Mister America (2019) Written by Tim Heidecker, Gregg Turkington, & Eric Notarnicola Directed by Eric Notarnicola
For seven years, writer/actor/comedian Tim Heidecker has been building a universe. It started with “On Cinema at the Cinema,” a film review show on YouTube. Heidecker and Turkington starred as versions of themselves, the former an arrogant prick and the latter a film buff obsessed with all that is mediocre. Worldbuilding occurred during the conversations the men had. This included Heidecker marrying a Japanese friend, having a child with the friend (Tom Cruise Junior), and the child dying because Heidecker became a strict anti-vaxxer. It was clear that Heidecker had a point of view to get across, the sort of profoundly twisted satire mainstream media doesn’t provide audiences with.
The Death of Dick Long (2019) Written by Billy Chew Directed by Daniel Scheinert
The Coen Brothers so successfully cornered the market on rural crime/mystery that a review of any film that falls into that genre will inevitably mention them. So here’s the mandatory mention. The Death of Dick Long is very much in the vein of movies like Blood Simple, dark and funny with a biting wit. The filmmaker understands his characters to a depth that they avoid becoming caricatures. It would be easy to lazily portray everyone here as ridiculously stupid, but the film manages to show them like idiots in a totally realistic way. The lies told to cover up what happened are so paper-thin the audience cringes knowing these guys are going to get caught.
When Star Trek was canceled by NBC in the late 1960s, it seemed like its revival was an inevitability. As early as 1972, there were discussions about a film, and by 1977, it was decided to make a revival television series starring the original cast. Another change in mind led to the Star Trek film series that kicked off in 1980 and led to Wrath of Khan and the following pictures. The popularity of the Star Trek movies led Paramount pictures to plan for a new series with creator Gene Rodenberry coming on board after seeing some disappointing early ideas. By September 1987, Star Trek: The Next Generation premiered in syndication. The show would go for a longer run than its predecessor and gain a fanbase that rivaled the original series.
Two Dollar Bill (2016) Written & Directed by Hannah Marks
Hannah Marks was born into the industry, the daughter of actors, granddaughter to a musician. She made her debut in 2006’s Accepted, a middling Justin Long vehicle. Along the way, she became interested in directing and has jumped into the deep end. After a series of successfully received shorts, she’s made a feature film with another in the pipeline.
Movies are the most powerful empathy machine in all the arts. When I go to a great movie, I can live somebody else’s life for a while. I can walk in somebody else’s shoes. I can see what it feels like to be a member of a different gender, a different race, a different economic class, to live in a different time, to have a different belief.
This is a liberalizing influence on me. It gives me a broader mind. It helps me to join my family of men and women on this planet. It helps me to identify with them, so I’m not just stuck being myself, day after day.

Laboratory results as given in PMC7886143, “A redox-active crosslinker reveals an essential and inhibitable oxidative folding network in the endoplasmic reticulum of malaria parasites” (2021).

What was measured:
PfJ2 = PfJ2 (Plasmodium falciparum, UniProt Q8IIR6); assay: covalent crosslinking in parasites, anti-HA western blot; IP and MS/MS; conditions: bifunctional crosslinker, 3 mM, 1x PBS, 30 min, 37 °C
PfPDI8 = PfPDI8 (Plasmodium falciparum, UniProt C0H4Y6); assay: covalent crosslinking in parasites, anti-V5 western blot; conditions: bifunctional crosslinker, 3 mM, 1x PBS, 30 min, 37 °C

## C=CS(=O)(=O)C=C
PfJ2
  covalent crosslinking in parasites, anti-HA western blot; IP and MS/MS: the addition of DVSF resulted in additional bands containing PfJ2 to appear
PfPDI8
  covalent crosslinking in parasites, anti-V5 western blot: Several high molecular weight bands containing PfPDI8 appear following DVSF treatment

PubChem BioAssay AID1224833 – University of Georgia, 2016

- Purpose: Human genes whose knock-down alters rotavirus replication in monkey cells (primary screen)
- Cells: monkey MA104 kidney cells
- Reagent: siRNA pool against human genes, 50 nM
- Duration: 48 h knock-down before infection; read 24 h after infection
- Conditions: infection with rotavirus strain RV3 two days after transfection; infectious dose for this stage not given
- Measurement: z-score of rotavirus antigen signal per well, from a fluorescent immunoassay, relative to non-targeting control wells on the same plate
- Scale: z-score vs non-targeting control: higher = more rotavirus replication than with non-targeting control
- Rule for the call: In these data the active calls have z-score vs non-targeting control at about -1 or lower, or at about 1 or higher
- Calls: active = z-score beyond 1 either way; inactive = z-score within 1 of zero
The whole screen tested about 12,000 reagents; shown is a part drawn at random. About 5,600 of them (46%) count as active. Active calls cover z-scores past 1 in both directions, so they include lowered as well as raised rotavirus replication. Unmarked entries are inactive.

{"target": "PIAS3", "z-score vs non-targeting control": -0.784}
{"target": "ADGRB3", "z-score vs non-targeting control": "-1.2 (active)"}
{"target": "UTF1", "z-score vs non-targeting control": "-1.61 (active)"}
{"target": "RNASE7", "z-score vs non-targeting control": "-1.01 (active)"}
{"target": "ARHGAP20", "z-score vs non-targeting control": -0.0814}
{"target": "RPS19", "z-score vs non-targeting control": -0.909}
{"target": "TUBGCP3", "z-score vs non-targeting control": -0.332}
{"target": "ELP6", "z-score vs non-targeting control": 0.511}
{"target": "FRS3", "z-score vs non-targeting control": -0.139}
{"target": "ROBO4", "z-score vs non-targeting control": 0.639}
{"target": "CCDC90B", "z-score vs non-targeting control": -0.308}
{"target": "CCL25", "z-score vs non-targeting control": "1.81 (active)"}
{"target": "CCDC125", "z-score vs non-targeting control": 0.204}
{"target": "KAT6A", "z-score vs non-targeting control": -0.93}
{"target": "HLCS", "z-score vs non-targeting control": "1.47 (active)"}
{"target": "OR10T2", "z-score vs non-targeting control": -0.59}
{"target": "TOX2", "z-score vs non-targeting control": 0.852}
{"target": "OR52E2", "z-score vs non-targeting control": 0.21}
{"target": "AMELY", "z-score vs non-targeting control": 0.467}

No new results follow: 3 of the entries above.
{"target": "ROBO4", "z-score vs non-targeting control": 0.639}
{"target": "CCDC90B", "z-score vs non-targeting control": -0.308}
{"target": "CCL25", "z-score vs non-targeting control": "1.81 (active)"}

The great movies enlarge us, they civilize us, they make us more decent people.
Roger Ebert, remarks when receiving a star on the Hollywood Walk of Fame (June 23, 2005)
Promethea Volume 1 (2000) Written by Alan Moore Art by J.H. Williams
Alan Moore has always been a remixer of comics history and iconography. In 1999 he started his own imprint of Wildstorm (which was then a division of DC Comics), called America’s Best. The name was a repurposing of a defunct line of comics from the 1940s, which featured superheroes now lost to the memories of the general public like Black Terror and Fighting Yank. Moore stayed in that vein of pulpy, Golden Age stories centering this line around four core titles: Tom Strong, Top 10, Tomorrow Stories, and Promethea. Each book examined an archetype comics in typical Moore fashion, deconstructing the tropes and reinterpreting commonly accepted norms.
The Art of Self-Defense (2019) Written & Directed by Riley Stearns
When David Fincher’s Fight Club came out in 1999, I was a college freshman, just the right age and gender for the film to hit me firmly between the eyes. I thought the movie was genius, and at some point in the 2000s, I started feeling like the picture held a certain phoniness, that is was macho posturing that claimed it was condemning a certain mindset while actually supporting that ideology. I love Fincher, but Fight Club is a picture that hasn’t aged well for me, and that might be because of the young men who flocked to its images but didn’t necessarily explore its philosophy. Riley Stearns’ The Art of Self-Defense feels like a wry satire of the sort of young men who wanted to start their own fight clubs after watching the film. In the age of incels and the questioning and exploration of what it means to be a man, there couldn’t be a better time for this picture.